Big Ten spring wrap

Posted by ESPN.com's Adam Rittenberg

Anyone who thinks spring football is simply an SEC pastime didn't attend Ohio State's spring game on April 25.

A spring game record crowd of 95,722 showed up at Ohio Stadium to see Jim Tressel's hideous Hawaiian shirt and a bunch of new starters on both sides of the ball for the Buckeyes. Quarterback Terrelle Pryor didn't let down the fans, showcasing his improved footwork and mechanics.

There was similar intrigue in other Big Ten cities this spring, as Penn State tried to reload, Michigan tried to rebuild and teams like Iowa, Michigan State, Northwestern and Minnesota tried to continue the momentum generated from last fall.

Here are five lessons from this spring:

1. Quarterback play will be better -- It couldn't get much worse, but the development of players like Pryor, Iowa's Ricky Stanzi and Michigan State's Kirk Cousins and Keith Nichol bodes well for the fall. Penn State's Daryll Clark picked up where he left off after earning first-team all-conference honors in 2008, and Illinois' Juice Williams will be solid. Minnesota and Wisconsin should be deeper at the quarterback position, as freshmen MarQueis Gray and Curt Phillips came on strong toward the end of practice. Although the league lacks elite wide receivers, the Big Ten will pass the ball better this fall.

2. JoePa is back -- He never really left, but the 82-year-old Penn State head coach feels like himself again following hip-replacement surgery in November. Paterno was back on the practice field this spring and fully intends to return to the sideline Sept. 5 against Akron. His assistants deserve most of the credit for last year's championship team, but the lead Lion is back and has plenty on his plate this summer as Penn State tries to replace standouts at offensive line, wide receiver and defensive end.

3. Wolverines feel great with Tate -- Michigan's quarterback competition is far from over, but Rich Rodriguez can feel a bit better about the position after the way true freshman Tate Forcier developed this spring. Forcier, an early enrollee, had his growing pains but also showcased the mobility and creativity Michigan needs at quarterback and sorely lacked in 2008. The freshman left Michigan fans feeling good after tossing four touchdown passes and running for another score in the spring game.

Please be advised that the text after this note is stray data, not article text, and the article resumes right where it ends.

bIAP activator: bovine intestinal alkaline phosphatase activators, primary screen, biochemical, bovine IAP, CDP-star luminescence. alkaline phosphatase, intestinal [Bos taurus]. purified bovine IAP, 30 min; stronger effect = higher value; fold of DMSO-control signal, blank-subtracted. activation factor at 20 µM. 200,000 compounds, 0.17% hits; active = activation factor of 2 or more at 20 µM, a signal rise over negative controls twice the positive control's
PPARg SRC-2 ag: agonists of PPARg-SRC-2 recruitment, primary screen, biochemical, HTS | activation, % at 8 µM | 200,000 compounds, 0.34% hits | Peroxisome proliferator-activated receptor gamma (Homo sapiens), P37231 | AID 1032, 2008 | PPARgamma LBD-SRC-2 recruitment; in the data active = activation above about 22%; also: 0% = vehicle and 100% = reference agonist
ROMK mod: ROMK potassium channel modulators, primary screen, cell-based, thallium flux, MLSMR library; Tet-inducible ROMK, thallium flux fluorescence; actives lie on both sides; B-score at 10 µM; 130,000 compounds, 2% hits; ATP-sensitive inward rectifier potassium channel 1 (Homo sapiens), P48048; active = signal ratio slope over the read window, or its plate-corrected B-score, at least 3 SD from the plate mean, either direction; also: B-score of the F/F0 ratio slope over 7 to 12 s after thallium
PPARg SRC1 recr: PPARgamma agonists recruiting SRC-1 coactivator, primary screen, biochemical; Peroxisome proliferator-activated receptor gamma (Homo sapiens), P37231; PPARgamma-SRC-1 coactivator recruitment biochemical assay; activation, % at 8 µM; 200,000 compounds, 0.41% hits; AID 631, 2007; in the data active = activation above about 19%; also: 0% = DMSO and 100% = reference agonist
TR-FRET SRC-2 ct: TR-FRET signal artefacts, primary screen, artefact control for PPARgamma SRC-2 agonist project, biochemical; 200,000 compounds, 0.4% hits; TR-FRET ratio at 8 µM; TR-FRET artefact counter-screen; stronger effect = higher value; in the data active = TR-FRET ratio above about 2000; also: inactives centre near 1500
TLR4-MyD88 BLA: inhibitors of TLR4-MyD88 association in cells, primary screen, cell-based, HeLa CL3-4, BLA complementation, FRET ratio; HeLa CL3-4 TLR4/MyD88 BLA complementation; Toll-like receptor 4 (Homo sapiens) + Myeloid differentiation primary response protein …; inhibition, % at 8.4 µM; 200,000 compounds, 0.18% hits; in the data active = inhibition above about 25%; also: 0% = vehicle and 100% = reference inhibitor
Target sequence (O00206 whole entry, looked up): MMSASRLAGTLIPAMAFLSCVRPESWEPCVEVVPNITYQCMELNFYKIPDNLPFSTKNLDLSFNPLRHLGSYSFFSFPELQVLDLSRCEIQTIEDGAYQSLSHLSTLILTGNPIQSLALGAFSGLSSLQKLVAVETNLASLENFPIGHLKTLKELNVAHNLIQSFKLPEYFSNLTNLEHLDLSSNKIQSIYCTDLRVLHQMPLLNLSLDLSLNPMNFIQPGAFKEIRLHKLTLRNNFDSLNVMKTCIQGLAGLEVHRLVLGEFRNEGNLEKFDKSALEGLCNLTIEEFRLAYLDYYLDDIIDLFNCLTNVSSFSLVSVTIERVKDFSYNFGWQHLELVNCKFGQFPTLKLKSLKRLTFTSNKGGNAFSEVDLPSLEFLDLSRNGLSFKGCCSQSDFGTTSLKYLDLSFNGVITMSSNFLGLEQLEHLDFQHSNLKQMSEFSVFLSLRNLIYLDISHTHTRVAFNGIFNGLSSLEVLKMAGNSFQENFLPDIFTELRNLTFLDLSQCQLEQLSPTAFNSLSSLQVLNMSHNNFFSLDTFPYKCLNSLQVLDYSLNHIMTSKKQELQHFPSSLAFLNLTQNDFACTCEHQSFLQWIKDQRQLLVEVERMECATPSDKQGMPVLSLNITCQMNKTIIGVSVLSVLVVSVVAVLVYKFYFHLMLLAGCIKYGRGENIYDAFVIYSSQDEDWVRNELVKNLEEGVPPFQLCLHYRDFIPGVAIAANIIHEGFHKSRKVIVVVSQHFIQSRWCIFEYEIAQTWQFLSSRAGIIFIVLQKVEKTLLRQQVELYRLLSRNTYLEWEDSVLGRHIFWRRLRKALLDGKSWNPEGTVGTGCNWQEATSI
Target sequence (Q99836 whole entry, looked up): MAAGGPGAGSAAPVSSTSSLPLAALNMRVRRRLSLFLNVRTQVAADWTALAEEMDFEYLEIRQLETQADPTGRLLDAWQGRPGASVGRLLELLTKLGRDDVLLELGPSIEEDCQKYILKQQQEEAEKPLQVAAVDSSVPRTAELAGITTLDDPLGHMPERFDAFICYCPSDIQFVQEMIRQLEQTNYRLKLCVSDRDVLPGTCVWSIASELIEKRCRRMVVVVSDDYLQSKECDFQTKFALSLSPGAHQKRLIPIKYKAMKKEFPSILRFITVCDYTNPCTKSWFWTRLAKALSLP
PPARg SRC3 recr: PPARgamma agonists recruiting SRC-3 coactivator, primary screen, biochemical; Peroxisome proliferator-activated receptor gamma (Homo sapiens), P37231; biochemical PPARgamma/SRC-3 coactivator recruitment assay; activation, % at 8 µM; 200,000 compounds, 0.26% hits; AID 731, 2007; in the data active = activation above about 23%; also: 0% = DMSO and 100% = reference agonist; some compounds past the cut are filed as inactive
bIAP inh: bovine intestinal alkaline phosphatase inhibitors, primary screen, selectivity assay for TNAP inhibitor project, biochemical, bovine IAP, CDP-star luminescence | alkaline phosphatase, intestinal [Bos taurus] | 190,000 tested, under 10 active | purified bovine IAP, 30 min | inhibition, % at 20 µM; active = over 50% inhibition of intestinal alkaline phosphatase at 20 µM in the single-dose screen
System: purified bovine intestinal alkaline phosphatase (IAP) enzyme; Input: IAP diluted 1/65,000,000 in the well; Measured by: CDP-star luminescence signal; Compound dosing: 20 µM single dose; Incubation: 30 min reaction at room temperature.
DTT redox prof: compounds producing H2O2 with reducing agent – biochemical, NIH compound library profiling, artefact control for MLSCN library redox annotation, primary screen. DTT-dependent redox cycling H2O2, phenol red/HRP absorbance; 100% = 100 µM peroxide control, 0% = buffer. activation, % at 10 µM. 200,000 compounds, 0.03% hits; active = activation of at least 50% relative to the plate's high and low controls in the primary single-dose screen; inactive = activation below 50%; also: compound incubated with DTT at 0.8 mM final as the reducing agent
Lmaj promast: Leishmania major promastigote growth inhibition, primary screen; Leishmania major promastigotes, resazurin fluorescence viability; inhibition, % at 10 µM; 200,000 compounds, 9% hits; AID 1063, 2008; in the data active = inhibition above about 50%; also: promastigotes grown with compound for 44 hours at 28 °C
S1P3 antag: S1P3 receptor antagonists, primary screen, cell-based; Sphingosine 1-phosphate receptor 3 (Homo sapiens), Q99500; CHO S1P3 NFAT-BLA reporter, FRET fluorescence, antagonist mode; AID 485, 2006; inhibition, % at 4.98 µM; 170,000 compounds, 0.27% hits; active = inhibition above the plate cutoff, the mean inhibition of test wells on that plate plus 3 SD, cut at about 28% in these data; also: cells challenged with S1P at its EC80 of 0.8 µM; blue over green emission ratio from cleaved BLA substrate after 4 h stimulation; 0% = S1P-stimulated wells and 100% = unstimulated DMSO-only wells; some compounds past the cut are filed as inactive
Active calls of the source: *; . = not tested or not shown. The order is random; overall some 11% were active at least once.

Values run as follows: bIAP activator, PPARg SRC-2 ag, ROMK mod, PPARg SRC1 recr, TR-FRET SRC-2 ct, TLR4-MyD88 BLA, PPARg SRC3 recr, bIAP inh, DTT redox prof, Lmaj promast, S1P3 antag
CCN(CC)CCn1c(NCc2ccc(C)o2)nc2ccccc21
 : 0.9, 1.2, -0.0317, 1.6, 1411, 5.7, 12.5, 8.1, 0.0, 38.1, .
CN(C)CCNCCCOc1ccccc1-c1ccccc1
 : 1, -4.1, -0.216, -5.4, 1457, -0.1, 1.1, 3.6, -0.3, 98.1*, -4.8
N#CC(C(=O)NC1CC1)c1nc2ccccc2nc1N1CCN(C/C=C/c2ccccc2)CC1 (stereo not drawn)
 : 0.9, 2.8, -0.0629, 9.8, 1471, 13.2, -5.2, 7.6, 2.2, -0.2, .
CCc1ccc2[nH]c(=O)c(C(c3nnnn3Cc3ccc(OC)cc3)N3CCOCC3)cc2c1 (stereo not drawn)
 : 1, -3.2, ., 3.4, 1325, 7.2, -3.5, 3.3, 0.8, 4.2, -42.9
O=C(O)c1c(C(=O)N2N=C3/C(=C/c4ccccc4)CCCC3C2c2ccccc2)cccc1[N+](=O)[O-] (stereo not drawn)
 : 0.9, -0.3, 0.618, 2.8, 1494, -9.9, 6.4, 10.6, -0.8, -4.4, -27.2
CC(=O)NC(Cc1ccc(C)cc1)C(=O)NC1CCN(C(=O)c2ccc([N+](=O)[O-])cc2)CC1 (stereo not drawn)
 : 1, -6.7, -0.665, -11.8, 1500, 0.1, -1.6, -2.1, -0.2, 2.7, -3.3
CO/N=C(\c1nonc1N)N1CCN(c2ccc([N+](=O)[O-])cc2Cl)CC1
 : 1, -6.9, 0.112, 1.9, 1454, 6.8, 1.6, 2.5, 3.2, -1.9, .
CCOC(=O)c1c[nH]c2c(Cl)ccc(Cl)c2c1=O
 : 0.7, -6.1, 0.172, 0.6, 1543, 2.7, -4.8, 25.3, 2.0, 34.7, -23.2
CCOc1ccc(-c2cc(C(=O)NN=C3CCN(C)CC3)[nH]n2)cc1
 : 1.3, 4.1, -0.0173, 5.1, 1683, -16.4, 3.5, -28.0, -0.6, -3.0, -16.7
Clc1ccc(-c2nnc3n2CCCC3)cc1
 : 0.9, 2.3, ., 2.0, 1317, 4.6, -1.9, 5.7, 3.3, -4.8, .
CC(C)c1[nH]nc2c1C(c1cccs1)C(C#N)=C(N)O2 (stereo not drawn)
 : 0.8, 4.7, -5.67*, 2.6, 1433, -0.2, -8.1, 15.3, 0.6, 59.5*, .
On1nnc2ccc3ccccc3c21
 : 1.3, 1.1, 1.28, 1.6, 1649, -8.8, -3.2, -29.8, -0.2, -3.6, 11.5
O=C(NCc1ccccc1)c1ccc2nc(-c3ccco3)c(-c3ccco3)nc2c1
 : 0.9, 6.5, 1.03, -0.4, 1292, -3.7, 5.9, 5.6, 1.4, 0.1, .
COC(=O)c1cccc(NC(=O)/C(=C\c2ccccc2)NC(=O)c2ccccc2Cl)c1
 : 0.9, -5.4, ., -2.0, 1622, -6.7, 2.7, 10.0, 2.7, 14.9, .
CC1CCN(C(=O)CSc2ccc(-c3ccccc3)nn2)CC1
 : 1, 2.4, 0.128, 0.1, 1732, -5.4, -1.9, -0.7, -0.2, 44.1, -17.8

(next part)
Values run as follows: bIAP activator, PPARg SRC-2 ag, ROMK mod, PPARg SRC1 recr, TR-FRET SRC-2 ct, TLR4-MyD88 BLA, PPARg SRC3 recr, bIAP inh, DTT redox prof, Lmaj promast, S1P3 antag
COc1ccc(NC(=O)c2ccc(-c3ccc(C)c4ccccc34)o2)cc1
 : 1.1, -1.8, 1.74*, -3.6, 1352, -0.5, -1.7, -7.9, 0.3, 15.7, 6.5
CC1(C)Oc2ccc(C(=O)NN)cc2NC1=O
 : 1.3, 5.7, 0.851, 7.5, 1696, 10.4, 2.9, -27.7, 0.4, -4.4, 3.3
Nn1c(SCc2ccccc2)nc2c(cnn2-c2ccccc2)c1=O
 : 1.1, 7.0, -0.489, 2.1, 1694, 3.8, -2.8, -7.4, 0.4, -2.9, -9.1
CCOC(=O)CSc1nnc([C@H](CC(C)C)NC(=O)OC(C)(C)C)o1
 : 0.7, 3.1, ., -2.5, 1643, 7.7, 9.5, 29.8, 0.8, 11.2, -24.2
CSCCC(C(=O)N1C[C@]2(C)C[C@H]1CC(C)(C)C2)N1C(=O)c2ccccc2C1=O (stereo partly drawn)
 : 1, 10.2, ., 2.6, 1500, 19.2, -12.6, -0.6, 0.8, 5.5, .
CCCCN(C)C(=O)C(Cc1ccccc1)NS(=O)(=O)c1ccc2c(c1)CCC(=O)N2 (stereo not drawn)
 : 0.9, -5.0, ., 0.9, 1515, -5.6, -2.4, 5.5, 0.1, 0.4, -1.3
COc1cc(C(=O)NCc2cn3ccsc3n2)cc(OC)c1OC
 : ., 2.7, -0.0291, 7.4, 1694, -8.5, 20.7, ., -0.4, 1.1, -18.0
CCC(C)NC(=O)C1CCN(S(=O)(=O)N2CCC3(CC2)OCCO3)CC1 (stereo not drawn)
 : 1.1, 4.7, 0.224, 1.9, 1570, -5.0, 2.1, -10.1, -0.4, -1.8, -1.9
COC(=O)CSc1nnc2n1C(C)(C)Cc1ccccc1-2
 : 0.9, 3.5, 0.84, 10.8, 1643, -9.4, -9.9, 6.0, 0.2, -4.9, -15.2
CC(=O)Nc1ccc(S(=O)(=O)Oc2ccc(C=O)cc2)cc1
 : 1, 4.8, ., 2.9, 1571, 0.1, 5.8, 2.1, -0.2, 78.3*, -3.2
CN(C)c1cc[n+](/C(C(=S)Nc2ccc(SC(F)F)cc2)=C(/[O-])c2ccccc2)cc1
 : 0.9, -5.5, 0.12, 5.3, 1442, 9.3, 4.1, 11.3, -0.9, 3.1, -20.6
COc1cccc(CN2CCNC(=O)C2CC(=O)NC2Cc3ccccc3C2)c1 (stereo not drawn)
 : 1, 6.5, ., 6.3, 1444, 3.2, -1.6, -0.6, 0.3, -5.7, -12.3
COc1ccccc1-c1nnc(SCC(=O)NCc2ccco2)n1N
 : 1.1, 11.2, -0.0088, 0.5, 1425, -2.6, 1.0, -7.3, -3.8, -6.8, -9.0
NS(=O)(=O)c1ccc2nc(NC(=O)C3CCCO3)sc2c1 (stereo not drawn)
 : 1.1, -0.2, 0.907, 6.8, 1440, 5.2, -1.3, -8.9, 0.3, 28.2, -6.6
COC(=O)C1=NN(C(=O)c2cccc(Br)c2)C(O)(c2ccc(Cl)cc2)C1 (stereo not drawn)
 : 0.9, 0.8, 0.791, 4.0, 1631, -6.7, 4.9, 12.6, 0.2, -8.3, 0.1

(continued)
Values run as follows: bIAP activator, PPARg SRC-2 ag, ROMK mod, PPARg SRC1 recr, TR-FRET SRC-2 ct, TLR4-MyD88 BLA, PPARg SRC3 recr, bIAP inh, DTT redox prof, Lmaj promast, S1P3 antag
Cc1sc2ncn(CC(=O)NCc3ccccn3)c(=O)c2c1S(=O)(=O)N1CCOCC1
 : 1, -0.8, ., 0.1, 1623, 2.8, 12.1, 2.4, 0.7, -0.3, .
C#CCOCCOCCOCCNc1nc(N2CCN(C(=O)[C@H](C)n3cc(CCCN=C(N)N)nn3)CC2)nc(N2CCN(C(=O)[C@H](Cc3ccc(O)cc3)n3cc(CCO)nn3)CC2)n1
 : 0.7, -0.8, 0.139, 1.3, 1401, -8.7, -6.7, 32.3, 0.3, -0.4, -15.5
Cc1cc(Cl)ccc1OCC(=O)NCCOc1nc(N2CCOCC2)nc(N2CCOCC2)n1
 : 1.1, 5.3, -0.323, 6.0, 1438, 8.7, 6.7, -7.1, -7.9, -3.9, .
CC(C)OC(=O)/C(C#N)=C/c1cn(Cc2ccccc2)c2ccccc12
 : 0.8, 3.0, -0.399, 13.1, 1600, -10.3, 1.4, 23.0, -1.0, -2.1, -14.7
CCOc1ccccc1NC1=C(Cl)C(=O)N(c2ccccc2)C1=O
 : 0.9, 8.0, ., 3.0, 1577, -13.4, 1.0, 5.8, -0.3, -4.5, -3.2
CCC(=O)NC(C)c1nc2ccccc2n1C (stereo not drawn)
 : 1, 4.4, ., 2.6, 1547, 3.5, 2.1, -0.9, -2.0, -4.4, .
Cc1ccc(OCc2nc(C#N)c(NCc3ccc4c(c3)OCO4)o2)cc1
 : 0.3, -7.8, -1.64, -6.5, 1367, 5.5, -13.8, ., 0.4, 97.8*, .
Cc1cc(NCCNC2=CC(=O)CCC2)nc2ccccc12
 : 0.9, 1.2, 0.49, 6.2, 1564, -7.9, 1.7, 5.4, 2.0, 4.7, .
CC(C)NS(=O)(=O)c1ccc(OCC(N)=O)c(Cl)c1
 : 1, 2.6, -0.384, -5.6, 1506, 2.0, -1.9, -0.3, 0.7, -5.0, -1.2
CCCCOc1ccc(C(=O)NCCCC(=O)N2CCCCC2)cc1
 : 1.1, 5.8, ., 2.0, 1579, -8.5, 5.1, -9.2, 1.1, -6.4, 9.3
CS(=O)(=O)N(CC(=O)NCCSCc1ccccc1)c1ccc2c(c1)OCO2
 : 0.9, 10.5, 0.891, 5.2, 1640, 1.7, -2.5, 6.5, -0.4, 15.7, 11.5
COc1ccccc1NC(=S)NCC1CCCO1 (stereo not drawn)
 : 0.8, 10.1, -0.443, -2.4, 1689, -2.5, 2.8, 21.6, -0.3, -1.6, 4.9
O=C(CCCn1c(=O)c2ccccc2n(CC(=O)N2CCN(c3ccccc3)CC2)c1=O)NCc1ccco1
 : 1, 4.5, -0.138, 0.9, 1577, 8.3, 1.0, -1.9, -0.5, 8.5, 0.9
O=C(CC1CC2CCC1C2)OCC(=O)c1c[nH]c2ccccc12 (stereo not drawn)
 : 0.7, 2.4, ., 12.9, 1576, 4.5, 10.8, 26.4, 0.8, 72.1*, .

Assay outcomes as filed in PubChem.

4. This is still a running back's league -- Despite losing five of its top six rushers, including Doak Walker Award winner Shonn Greene, the Big Ten once again appears to be loaded at running back entering the fall. In addition to known commodities like Evan Royster and John Clay, several backs developed nicely this spring, including Ohio State's Brandon Saine and Dan Herron, Illinois' Jason Ford and Mikel LeShoure, Purdue's Ralph Bolden and Northwestern's Jeravin Matthews. Michigan might have the league's deepest running backs corps after true freshman Vincent Smith blossomed this spring.

5. Indiana schools could be in trouble -- The Hoosier State could have another rough season after both Purdue and Indiana lost major contributors on offense. Purdue sophomore quarterback Justin Siller, who started three games last season and brought tremendous athleticism to the backfield, was dismissed from school for violating academic policy. Indiana said goodbye to former record-setting quarterback Kellen Lewis, who was dismissed for a second violation of team rules. There will be a lot riding on Joey Elliott and Ben Chappell this season as the Boilers and Hoosiers try to climb out of the Big Ten cellar.